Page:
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  • Crossing the line into politics?

    Any serious discussion of economics must include politics, but too much politics will distract iTulip from its mission.

    Lately we have received a number of critical notes from iTulip community members about videos and posts that appear to take a political position for or against a particular political party.

    We do not want iTulip to devolve into primary a political site that secondarily talks about economics and markets. On the other hand we do we want it to be an economics and markets site that naÔvely ignores the influence of national and international politics on the economy and markets.

    We could try to treat the economy like some kind of abstract machine, its behavior the result of disinterested internals and inputs and outputs, but that's not how an economy works in the real world, so that approach does not serve the interests of our community. Governments have a profound influence on the economy, and centers of finance have a profound influence on governments. One cannot discuss the relative merits of investing in one asset class or another, or where they are going, without considering politics.

    For example, the 1997 Tax Relief Act, among other provisions, gave a married couple in the US the opportunity to earn $500,000 in capital gains tax free on a primary or secondary residence owned for at least two years. Compare this to the tax on capital gains earned by selling gold bullion or gold ETFs. These are classified as "collectibles" and taxed at 28%, the maximum capital gains rate. Which type of asset do you think the US government wants you to own, the one manufactured by an industry with a large and effective lobby or the one manufactured by an industry with a small and ineffective lobby? The one that earns Wall Street investment banks billions of dollars in fees annually or the one that earns them a few hundred million?

    Several notes we have received specifically criticize videos that deal with weapons manufacturers and military contractors. Can a site that deals with economics and finance avoid the topic? Here in my area of the US, the military industry has, according to a recent Boston Globe report, pumped over $2.6 billion in the Massachusetts economy over the past year, dwarfing the much publicized biotech industry. Home prices have declined locally due to the declining housing bubble, but likely would have collapsed if not for employment provided by Raytheon and other mil contractors in the area.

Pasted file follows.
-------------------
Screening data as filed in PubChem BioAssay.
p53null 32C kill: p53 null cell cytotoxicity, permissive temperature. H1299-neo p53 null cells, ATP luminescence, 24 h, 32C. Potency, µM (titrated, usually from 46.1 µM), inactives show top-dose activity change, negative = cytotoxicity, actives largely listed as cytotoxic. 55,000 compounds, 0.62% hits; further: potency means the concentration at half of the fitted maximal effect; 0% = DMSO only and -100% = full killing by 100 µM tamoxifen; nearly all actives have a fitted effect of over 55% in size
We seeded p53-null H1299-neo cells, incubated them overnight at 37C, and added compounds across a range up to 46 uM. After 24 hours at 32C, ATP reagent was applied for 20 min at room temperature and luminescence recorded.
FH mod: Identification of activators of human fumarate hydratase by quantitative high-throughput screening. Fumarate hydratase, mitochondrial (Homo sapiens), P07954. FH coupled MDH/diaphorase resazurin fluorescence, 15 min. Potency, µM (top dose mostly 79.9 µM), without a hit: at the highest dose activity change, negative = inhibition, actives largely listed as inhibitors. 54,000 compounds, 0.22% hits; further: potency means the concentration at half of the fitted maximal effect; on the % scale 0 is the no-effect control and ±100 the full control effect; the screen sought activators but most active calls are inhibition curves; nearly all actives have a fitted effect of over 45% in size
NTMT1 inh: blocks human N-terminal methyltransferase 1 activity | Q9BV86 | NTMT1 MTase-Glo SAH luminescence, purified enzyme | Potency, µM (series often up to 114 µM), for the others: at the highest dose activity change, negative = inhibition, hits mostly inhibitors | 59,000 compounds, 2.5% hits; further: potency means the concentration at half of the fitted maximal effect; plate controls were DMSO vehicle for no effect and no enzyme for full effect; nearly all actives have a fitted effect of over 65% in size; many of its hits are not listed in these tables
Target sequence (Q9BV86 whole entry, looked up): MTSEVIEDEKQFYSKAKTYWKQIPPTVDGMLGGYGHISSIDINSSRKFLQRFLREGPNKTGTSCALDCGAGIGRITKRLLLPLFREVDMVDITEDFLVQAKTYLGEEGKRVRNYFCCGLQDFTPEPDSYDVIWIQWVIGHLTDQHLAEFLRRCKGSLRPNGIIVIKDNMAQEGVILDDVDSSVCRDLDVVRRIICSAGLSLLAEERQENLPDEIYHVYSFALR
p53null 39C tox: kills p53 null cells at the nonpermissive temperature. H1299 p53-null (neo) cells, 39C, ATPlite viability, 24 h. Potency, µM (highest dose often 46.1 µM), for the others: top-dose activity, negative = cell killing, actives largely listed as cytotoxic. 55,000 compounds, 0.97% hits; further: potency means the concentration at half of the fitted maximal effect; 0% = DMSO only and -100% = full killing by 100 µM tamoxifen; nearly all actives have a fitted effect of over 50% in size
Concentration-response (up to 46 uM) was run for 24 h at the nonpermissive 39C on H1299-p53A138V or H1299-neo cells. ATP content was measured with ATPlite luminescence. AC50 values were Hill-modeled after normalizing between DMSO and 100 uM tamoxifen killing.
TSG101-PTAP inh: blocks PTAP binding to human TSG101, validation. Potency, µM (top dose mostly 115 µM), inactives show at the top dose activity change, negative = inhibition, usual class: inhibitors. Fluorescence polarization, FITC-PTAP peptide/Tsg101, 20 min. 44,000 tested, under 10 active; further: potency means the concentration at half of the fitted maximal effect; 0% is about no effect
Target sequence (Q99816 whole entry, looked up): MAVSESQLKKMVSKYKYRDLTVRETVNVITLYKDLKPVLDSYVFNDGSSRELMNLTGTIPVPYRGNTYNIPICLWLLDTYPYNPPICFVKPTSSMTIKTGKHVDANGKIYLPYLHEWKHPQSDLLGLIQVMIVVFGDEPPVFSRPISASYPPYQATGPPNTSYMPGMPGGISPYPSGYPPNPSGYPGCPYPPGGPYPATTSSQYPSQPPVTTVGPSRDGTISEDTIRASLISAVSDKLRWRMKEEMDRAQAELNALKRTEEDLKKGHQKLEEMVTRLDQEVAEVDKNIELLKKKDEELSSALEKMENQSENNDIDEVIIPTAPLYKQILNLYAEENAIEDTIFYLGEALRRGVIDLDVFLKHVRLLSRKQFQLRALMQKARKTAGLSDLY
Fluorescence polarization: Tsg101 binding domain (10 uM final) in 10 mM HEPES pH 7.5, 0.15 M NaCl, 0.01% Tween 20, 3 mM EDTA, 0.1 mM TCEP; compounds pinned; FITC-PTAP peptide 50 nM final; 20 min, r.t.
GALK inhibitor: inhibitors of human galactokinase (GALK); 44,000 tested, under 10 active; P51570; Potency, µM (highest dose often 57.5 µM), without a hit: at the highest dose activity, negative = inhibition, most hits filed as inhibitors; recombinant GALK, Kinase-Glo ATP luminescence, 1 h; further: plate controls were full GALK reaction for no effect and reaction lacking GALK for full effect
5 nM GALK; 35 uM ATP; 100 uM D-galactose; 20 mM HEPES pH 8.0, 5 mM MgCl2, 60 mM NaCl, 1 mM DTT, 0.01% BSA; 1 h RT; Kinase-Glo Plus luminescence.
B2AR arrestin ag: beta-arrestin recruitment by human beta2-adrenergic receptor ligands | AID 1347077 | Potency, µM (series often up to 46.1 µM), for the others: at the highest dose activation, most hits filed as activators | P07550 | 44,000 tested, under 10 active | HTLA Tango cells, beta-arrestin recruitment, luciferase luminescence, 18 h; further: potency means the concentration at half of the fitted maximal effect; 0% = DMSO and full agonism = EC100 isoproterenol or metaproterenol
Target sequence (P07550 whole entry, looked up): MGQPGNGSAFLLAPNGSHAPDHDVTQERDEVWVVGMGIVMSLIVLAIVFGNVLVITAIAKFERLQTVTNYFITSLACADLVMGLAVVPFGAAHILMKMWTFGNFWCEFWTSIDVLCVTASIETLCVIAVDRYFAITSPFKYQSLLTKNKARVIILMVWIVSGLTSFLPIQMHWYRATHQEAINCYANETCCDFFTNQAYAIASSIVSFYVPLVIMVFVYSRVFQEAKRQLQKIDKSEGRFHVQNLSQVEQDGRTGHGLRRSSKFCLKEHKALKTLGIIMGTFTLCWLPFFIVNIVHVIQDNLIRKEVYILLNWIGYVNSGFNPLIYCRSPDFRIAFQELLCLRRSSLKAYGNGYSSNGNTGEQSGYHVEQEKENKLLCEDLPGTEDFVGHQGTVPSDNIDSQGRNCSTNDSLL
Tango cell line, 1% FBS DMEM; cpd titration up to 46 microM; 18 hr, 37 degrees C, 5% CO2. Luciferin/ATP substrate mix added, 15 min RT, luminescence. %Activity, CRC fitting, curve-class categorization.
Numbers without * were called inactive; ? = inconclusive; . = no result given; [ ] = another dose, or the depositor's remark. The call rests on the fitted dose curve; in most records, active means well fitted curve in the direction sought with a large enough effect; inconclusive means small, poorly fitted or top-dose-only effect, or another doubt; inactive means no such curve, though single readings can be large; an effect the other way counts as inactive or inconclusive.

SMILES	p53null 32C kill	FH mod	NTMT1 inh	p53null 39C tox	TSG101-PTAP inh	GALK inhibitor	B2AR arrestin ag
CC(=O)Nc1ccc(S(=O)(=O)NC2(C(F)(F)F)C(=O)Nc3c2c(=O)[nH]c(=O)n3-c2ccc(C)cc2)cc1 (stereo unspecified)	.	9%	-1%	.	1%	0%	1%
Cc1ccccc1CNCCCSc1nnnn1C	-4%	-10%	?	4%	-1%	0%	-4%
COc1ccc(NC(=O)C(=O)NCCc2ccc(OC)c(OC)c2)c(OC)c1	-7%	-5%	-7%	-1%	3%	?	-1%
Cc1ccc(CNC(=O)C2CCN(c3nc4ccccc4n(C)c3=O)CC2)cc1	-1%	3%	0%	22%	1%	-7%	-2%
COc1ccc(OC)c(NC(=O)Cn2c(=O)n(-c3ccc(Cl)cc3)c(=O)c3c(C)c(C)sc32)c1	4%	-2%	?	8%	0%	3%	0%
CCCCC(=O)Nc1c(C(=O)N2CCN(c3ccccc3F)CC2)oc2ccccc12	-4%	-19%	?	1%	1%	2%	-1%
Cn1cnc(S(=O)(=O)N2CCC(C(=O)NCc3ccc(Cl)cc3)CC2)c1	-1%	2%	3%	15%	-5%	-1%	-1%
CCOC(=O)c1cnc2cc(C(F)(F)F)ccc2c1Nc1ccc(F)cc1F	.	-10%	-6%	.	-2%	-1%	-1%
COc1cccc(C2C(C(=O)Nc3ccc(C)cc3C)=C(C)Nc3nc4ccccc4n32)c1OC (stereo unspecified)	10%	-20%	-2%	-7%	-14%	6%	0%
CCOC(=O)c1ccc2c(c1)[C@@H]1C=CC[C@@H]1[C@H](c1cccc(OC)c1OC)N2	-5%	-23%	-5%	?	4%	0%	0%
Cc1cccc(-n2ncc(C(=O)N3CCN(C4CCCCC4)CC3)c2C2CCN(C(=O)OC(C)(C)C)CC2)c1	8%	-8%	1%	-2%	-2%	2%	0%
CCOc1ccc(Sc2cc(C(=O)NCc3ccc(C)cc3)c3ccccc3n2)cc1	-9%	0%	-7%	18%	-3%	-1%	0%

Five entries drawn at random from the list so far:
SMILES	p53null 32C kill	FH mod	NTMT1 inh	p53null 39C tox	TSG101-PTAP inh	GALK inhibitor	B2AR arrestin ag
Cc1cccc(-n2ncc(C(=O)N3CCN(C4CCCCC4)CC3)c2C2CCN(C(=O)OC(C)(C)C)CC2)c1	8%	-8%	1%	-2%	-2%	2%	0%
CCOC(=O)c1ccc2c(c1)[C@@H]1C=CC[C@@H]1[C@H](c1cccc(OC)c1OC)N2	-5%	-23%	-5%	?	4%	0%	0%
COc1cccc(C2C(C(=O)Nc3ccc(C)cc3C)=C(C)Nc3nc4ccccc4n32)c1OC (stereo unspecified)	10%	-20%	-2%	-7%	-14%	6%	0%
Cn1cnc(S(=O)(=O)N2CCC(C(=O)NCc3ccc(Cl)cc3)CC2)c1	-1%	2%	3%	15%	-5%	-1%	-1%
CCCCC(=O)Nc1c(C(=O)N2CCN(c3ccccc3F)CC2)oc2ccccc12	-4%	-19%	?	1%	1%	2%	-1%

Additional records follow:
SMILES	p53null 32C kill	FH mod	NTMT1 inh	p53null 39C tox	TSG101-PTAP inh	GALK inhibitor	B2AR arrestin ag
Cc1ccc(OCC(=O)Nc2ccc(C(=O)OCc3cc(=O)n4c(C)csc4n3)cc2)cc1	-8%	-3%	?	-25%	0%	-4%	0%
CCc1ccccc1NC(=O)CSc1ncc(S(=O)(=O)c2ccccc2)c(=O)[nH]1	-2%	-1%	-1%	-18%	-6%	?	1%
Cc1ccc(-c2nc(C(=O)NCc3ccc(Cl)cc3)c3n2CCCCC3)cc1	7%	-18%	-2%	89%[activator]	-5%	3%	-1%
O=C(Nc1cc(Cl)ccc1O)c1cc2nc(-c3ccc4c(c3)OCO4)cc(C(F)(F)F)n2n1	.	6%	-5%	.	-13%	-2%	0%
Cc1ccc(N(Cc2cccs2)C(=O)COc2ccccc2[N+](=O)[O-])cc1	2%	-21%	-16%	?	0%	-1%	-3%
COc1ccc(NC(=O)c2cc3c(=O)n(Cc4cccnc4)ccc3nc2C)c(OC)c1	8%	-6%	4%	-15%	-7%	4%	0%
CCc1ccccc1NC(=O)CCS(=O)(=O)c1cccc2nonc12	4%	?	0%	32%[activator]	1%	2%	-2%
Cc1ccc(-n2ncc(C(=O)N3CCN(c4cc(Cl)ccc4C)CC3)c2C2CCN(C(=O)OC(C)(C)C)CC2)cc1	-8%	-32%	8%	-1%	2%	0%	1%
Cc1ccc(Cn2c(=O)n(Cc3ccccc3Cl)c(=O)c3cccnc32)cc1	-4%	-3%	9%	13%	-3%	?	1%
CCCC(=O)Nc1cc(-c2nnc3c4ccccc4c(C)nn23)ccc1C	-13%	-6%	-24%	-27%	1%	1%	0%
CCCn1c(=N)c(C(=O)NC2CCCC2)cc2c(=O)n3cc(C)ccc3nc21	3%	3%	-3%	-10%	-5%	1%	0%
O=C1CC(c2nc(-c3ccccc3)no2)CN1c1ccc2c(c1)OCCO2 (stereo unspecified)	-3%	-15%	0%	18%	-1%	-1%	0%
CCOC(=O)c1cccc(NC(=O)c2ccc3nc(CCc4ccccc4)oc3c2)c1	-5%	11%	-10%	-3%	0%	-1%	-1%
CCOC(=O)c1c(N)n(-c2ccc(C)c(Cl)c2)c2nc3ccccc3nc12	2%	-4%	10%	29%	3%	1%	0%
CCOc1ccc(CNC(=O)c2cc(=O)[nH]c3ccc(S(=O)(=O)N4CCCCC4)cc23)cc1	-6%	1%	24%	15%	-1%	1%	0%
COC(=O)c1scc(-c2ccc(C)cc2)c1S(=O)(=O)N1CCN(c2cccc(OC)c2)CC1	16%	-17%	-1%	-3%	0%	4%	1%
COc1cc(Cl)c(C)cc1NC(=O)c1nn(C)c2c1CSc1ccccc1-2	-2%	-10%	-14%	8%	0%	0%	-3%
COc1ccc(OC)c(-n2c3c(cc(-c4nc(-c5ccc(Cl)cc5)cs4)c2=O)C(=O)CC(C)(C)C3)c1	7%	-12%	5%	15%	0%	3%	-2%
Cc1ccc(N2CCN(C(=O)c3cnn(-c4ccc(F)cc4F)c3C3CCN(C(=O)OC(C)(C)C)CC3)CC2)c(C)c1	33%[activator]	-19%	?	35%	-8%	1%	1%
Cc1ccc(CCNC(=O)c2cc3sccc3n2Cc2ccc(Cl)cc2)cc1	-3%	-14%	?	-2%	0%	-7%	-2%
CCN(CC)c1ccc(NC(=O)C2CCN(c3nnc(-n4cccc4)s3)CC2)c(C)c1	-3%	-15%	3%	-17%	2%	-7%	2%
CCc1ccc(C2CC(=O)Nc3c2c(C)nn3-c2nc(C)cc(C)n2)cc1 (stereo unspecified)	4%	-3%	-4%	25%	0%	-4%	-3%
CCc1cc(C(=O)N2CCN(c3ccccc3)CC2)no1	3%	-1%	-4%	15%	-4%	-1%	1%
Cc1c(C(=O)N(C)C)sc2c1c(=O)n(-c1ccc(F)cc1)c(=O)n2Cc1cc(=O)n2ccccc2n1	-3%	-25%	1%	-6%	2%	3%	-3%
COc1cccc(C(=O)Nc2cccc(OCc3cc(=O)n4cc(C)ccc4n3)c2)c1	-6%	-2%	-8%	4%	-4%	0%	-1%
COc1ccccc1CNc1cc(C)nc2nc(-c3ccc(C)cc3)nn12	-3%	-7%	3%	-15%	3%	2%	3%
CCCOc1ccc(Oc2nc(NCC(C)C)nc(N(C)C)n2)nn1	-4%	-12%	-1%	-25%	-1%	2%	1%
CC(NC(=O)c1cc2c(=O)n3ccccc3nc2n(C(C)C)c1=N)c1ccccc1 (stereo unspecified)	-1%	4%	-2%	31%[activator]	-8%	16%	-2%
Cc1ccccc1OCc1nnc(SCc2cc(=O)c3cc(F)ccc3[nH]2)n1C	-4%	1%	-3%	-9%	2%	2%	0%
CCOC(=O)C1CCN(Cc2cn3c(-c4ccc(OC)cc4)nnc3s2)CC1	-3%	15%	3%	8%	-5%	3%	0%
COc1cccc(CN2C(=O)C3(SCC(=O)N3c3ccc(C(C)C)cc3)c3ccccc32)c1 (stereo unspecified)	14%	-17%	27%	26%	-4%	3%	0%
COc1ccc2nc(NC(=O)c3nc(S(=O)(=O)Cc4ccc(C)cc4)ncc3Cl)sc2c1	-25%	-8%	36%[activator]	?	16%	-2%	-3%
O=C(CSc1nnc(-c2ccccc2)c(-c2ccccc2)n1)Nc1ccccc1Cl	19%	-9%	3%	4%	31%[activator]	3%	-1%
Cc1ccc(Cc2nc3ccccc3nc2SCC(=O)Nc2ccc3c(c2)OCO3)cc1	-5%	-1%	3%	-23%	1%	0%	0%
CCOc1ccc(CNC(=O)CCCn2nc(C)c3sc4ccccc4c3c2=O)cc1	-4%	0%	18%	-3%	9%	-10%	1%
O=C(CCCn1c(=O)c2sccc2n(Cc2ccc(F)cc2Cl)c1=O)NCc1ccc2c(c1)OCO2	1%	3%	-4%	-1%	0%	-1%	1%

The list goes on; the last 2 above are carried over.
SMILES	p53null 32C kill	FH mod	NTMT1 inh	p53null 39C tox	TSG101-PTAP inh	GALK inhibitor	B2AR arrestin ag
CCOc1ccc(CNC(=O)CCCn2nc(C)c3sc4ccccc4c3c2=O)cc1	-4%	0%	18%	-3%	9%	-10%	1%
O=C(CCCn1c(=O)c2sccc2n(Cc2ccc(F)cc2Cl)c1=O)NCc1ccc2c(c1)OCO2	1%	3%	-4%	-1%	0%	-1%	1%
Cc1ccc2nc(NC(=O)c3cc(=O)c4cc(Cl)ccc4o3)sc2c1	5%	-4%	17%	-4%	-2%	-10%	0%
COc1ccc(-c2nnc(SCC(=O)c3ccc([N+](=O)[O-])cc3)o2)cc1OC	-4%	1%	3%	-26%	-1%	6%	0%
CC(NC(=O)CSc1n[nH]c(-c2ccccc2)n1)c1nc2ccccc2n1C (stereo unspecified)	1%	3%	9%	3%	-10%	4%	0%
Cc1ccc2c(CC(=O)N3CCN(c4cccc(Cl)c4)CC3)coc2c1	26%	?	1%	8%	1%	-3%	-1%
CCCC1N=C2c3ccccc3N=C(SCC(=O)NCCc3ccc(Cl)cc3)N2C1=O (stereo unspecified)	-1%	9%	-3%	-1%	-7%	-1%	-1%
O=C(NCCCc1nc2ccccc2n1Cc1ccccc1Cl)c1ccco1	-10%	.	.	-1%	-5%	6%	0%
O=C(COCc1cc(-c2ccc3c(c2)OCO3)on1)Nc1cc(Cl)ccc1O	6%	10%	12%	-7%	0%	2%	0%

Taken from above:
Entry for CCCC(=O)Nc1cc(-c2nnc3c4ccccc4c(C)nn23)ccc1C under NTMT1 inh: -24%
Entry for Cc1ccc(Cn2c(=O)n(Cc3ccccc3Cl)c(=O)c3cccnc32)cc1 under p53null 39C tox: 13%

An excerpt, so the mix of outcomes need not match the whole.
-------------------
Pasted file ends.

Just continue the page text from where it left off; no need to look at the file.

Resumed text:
MSNBC Still Reports News (did a piece on iTulip back in 1999)

    True, many of the videos covering this topic are not very good journalism. But, under the circumstances, they may be the best we'll get. Some, if not instructive, are at least entertaining.


    In the words of one professional journalist who works for the mainstream press and advises us, "Newsrooms are more controlled than ever by corporate interests. Reporters don't need to be told what to write–it's in the air. Columnists, either pro or con, will continue taking sides as they have been and workers will continue to adjust, retrain and/or go down the tubes."

    Way back when I was a studying journalism in college in the late 1970s, Larry Stites, then national editor of the NYTimes, at a conference we held at the UMass, Amherst, in response to my question about accusations of press bias in coverage of the Vietnam War which were coming to light, told me–and I'm paraphrasing here:
    Wherever you have concentrations of political and economic power you have control over the press. So what? What's the alternative, a politburo? In our system you're either on the outside of the system criticizing it and not making money or you're inside, supporting it, and making money. Pick one. Journalism here is the art of using the system's money to point out its problems and abuses without anyone–including your editor–knowing what you're up to. You've got a bullhorn but have to be careful what you say. If you go outside the system, you are talking through a kazoo and can say whatever you want.
    Good advice for a young lad considering a career in journalism. (Before I could decide whether or not to pursue a career as a journalist, I discovered computers and have been in that industry every since.)